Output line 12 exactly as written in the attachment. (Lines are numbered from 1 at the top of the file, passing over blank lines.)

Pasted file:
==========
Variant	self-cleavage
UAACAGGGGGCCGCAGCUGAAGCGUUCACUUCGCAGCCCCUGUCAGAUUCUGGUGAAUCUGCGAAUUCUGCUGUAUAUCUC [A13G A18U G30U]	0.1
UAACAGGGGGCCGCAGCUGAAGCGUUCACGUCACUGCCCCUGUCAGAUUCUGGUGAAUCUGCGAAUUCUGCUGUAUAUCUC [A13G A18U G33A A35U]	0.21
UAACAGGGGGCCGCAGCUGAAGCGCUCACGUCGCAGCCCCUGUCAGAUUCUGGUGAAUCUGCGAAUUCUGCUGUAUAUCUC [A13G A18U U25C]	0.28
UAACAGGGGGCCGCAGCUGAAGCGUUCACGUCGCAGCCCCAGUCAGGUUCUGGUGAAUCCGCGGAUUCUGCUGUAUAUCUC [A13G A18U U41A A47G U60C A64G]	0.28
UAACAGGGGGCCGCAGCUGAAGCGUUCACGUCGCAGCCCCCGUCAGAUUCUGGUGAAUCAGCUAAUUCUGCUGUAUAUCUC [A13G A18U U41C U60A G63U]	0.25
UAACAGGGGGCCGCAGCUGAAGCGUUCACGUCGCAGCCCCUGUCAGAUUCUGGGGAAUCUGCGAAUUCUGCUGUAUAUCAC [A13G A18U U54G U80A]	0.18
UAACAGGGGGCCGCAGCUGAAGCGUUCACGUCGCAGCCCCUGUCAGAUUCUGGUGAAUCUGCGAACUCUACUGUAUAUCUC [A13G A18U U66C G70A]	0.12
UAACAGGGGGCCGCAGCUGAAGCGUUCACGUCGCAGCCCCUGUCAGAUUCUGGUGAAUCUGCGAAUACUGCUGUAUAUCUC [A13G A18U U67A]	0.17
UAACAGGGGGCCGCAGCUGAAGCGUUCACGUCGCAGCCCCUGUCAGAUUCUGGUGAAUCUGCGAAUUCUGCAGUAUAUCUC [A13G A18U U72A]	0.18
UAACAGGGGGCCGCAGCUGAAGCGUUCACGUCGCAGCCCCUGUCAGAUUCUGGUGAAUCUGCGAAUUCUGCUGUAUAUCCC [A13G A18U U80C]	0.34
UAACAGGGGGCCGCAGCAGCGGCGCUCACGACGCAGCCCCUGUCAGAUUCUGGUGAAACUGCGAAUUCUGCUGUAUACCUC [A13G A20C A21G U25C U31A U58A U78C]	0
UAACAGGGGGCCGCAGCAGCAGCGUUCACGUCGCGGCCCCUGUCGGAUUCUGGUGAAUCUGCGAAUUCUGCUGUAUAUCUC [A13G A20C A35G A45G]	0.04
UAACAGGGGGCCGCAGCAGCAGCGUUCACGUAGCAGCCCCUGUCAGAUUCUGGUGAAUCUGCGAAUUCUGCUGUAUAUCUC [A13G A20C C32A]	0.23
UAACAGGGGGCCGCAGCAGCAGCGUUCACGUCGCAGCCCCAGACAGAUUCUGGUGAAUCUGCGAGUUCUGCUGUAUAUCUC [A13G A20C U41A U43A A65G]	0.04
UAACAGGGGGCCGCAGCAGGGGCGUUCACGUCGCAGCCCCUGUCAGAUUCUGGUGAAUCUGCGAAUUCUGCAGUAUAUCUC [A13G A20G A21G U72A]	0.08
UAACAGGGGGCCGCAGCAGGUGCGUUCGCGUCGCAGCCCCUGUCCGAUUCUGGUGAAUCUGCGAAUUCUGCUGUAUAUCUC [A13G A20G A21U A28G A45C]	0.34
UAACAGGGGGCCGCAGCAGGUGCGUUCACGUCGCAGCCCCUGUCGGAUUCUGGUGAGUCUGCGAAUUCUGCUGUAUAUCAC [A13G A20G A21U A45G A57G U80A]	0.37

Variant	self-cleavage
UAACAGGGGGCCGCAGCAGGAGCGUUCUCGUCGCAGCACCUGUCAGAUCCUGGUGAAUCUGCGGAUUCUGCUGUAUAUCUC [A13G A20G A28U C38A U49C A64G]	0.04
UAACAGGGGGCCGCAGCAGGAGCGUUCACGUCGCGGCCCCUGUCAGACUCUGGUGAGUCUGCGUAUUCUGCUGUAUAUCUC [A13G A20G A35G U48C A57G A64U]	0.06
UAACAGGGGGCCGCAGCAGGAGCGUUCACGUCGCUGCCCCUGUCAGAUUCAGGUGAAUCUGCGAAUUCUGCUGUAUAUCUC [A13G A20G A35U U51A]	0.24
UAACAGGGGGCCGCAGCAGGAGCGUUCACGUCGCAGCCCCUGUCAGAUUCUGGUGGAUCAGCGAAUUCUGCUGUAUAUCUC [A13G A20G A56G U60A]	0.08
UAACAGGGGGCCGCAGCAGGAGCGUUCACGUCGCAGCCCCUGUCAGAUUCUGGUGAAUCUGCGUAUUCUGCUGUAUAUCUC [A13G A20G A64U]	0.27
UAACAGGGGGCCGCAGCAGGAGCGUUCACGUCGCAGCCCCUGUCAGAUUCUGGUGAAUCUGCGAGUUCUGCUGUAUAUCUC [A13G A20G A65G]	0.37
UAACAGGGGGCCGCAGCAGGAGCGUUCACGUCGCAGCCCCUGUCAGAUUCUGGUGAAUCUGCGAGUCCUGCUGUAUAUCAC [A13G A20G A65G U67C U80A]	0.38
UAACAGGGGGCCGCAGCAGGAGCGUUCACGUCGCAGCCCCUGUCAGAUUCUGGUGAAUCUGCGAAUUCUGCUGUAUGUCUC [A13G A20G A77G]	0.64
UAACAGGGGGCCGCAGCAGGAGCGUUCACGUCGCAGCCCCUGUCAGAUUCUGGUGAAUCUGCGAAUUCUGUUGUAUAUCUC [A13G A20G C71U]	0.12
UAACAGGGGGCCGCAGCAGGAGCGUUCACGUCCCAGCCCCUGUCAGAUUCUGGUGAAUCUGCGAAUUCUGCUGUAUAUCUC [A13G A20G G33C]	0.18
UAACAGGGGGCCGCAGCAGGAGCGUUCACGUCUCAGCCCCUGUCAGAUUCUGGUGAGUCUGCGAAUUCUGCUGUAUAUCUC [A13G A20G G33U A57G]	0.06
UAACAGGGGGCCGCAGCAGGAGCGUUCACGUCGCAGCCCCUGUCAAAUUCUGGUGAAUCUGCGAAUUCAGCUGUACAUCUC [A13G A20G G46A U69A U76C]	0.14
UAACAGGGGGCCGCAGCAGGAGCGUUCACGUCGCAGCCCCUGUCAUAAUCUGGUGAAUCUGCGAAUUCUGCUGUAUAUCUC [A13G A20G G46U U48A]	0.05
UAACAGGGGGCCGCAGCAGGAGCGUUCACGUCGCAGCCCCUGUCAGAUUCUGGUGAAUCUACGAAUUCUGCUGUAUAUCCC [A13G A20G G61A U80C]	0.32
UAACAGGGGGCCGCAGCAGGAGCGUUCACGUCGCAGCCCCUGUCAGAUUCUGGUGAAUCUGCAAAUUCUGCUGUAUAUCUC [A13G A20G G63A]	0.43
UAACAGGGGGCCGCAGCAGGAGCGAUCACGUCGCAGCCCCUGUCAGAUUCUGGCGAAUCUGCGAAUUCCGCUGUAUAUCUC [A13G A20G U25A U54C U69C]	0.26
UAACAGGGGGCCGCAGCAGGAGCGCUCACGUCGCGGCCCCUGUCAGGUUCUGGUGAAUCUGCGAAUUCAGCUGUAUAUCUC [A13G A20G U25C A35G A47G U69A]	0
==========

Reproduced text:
UAACAGGGGGCCGCAGCAGCGGCGCUCACGACGCAGCCCCUGUCAGAUUCUGGUGAAACUGCGAAUUCUGCUGUAUACCUC [A13G A20C A21G U25C U31A U58A U78C]	0